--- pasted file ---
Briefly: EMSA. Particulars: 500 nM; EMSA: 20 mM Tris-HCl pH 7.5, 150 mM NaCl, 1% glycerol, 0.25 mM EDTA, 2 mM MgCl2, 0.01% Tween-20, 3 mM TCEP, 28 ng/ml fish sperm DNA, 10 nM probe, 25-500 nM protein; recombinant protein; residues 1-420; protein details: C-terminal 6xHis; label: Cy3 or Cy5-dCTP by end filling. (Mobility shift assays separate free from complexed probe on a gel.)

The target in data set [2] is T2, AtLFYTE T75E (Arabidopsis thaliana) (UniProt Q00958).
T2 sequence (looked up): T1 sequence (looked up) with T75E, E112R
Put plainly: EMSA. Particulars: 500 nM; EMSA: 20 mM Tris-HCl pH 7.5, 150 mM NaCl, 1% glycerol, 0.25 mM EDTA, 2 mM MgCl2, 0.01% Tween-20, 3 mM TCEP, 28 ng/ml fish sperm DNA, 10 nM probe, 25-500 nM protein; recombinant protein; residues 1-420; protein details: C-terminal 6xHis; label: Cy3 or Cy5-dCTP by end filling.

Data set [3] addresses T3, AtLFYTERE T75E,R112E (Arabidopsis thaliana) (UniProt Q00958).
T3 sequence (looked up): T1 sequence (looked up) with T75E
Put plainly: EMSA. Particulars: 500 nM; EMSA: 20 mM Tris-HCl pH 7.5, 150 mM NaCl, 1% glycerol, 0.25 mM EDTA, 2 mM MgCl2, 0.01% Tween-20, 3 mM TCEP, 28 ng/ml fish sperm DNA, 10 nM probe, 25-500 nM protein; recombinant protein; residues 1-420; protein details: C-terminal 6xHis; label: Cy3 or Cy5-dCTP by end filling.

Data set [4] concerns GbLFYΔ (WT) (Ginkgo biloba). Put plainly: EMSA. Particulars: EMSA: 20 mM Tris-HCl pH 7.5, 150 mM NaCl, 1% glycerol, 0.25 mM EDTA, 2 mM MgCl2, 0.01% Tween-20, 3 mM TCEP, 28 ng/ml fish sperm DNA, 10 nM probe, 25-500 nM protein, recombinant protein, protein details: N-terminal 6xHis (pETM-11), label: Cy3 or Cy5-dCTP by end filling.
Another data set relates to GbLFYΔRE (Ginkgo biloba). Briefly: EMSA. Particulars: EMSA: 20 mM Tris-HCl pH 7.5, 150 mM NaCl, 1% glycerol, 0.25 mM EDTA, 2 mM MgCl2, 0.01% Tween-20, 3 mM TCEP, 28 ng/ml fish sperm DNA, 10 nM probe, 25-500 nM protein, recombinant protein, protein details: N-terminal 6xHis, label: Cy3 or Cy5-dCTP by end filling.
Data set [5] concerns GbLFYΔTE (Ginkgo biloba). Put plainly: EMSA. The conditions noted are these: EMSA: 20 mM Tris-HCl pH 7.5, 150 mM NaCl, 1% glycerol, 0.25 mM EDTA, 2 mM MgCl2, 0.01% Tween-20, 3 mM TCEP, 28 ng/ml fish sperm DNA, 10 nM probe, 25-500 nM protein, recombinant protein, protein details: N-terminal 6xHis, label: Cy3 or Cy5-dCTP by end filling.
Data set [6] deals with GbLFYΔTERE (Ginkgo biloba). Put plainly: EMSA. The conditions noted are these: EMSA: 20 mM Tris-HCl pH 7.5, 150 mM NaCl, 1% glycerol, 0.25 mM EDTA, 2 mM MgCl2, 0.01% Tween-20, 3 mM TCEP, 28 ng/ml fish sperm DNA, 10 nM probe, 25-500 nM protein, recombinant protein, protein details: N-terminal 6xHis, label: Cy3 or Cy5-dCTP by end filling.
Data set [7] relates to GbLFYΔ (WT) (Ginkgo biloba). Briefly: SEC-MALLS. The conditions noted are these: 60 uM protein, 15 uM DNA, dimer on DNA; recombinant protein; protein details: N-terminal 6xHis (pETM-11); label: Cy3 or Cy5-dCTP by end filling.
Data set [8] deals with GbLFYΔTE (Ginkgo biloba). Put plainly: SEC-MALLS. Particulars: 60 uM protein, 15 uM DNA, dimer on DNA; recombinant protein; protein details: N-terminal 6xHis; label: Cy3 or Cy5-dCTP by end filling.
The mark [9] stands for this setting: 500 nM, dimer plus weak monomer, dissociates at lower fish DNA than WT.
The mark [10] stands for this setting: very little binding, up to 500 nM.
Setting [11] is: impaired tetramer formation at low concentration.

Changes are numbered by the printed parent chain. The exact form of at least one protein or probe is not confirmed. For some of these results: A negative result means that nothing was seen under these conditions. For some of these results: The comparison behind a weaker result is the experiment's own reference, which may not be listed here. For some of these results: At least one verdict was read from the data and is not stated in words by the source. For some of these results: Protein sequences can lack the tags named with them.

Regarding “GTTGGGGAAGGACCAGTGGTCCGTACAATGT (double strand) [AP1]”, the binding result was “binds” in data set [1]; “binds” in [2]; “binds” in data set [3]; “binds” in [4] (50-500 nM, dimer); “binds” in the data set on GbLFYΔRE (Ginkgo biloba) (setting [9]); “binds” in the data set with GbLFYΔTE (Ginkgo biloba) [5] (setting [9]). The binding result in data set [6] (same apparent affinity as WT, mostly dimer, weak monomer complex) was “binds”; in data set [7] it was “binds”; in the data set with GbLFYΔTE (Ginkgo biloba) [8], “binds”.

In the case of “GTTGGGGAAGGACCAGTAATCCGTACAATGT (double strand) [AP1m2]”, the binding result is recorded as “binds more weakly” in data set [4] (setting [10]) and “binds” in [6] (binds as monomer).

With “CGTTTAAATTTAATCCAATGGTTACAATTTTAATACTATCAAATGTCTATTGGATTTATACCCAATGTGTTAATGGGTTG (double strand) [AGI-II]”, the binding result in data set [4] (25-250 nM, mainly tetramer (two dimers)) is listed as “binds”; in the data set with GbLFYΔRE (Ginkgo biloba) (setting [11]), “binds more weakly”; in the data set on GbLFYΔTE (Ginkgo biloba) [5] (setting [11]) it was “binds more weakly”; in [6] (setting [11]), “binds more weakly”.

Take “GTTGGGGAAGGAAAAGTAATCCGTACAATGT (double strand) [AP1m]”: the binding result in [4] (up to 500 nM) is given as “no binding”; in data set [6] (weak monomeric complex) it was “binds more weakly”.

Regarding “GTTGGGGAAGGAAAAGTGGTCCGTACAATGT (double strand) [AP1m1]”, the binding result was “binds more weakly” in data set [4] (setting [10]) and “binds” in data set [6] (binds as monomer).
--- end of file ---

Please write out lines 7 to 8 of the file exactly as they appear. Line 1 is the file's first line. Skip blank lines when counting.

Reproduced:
Put plainly: EMSA. Particulars: 500 nM; EMSA: 20 mM Tris-HCl pH 7.5, 150 mM NaCl, 1% glycerol, 0.25 mM EDTA, 2 mM MgCl2, 0.01% Tween-20, 3 mM TCEP, 28 ng/ml fish sperm DNA, 10 nM probe, 25-500 nM protein; recombinant protein; residues 1-420; protein details: C-terminal 6xHis; label: Cy3 or Cy5-dCTP by end filling.

Data set [4] concerns GbLFYΔ (WT) (Ginkgo biloba). Put plainly: EMSA. Particulars: EMSA: 20 mM Tris-HCl pH 7.5, 150 mM NaCl, 1% glycerol, 0.25 mM EDTA, 2 mM MgCl2, 0.01% Tween-20, 3 mM TCEP, 28 ng/ml fish sperm DNA, 10 nM probe, 25-500 nM protein, recombinant protein, protein details: N-terminal 6xHis (pETM-11), label: Cy3 or Cy5-dCTP by end filling.